Our Work » Litigation » Grace v. Barr

Grace v. Barr

Help Defend Asylum

CGRS relies on the generous support of people like you to sustain our advocacy defending the human rights of refugees. Make a gift today!


Case Status: 
Issue Area: 

U.S. District Court for the District of Columbia, No.1:18-cv-01853-EGS
U.S. Court of Appeals for the District of Columbia, No. 19-5013

What is the government doing and why are we challenging it? 

In Matter of A-B-, the Attorney General wrote that “generally” domestic violence cases should not be approved and made other pronouncements about asylum law intended to restrict all claims involving non-state persecutors. Immediately after his decision, the government issued guidance instructing officials at the border that since such claims should generally not be considered valid, asylum seekers going through the credible fear interview process as part of expedited removal should be denied. This meant that these asylum seekers were promptly removed from the United States and were never able even to present their asylum claim to an immigration judge.

In August 2018, we challenged the government’s guidance implementing Matter of A-B- in expedited removal.  A credible fear interview is intended to be a generous initial screening using a lower standard, designed by Congress to ensure that anyone who might have a claim for asylum is able to present it to an immigration judge.

Whose life is at stake? 

Our clients are 12 asylum seekers who were found not to have a credible fear of persecution and would have been removed promptly, without a chance to tell their full stories to an immigration judge, without the district court’s action. One of them, “Grace,” is an indigenous Guatemalan woman who has survived decades of extreme domestic violence. Grace’s abuser has two sons from another relationship who are members of a criminal gang with a network across Guatemala; they also abused Grace. Not only did the police fail to help Grace when she sought their protection, they actually helped her abuser evict her from her own home. Even though Grace was found to be credible, she received a negative credible fear determination and was slated for immediate deportation.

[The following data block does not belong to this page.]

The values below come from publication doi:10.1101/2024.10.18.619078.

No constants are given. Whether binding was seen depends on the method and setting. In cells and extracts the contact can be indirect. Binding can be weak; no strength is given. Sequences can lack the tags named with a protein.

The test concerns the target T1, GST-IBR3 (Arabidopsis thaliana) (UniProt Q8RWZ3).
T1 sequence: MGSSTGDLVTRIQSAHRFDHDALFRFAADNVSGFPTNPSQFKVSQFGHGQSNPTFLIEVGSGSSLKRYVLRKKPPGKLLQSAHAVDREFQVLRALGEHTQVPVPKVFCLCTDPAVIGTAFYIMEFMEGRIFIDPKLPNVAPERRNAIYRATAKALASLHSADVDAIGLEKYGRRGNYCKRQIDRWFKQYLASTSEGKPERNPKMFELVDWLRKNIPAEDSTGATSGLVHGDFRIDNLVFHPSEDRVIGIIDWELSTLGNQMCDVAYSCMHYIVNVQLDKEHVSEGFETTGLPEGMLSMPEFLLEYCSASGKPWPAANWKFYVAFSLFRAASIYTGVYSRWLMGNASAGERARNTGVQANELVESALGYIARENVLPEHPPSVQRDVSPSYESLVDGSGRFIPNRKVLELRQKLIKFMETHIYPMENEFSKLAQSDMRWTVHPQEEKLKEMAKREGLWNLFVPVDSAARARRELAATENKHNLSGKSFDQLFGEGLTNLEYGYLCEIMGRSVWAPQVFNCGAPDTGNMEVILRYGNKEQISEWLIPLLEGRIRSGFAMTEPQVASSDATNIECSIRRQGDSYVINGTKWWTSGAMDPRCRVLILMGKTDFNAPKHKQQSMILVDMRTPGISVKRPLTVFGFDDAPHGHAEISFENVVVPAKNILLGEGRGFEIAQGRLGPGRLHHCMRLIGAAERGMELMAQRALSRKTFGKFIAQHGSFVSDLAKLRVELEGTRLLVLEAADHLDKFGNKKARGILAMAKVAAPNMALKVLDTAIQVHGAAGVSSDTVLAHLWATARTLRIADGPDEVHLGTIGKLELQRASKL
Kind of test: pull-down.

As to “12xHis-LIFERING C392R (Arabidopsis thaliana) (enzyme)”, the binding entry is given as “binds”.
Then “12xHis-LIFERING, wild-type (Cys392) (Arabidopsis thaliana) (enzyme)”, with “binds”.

What’s the status of this case? 

In December 2018, the District Court for the District of Columbia issued a permanent nationwide injunction against the use of Matter of A-B- and the accompanying guidance in credible fear interviews.

On July 17, 2020, the Court of Appeals for the District of Columbia upheld key aspects of the lower court's injunction, affirming that survivors seeking refuge at the border must be provided a fair opportunity to present their asylum claims.

Who’s involved? 

The Center for Gender & Refugee Studies is counsel along with the American Civil Liberties Union. Several organizations and individuals filed amicus briefs in this case including the United Nations High Commissioner for Refugees, the Congressional Accountability Center, administrative law professors, immigration law professors, and the Tahirih Justice Center.  

How can you help? 

  • Sign our petition urging the government to stop turning back domestic violence survivors and all other asylum seekers at the border.
  • Learn more about how you can support the struggle to restore protections for survivors of domestic violence at ImmigrantWomenToo.org.
  • You can support CGRS’s vital work on cases like this one by making a donation.

Need more information? 

Contact Brianna Krong, Communications and Advocacy Manager, at krongbrianna@uclawsf.edu.

Resources for Advocates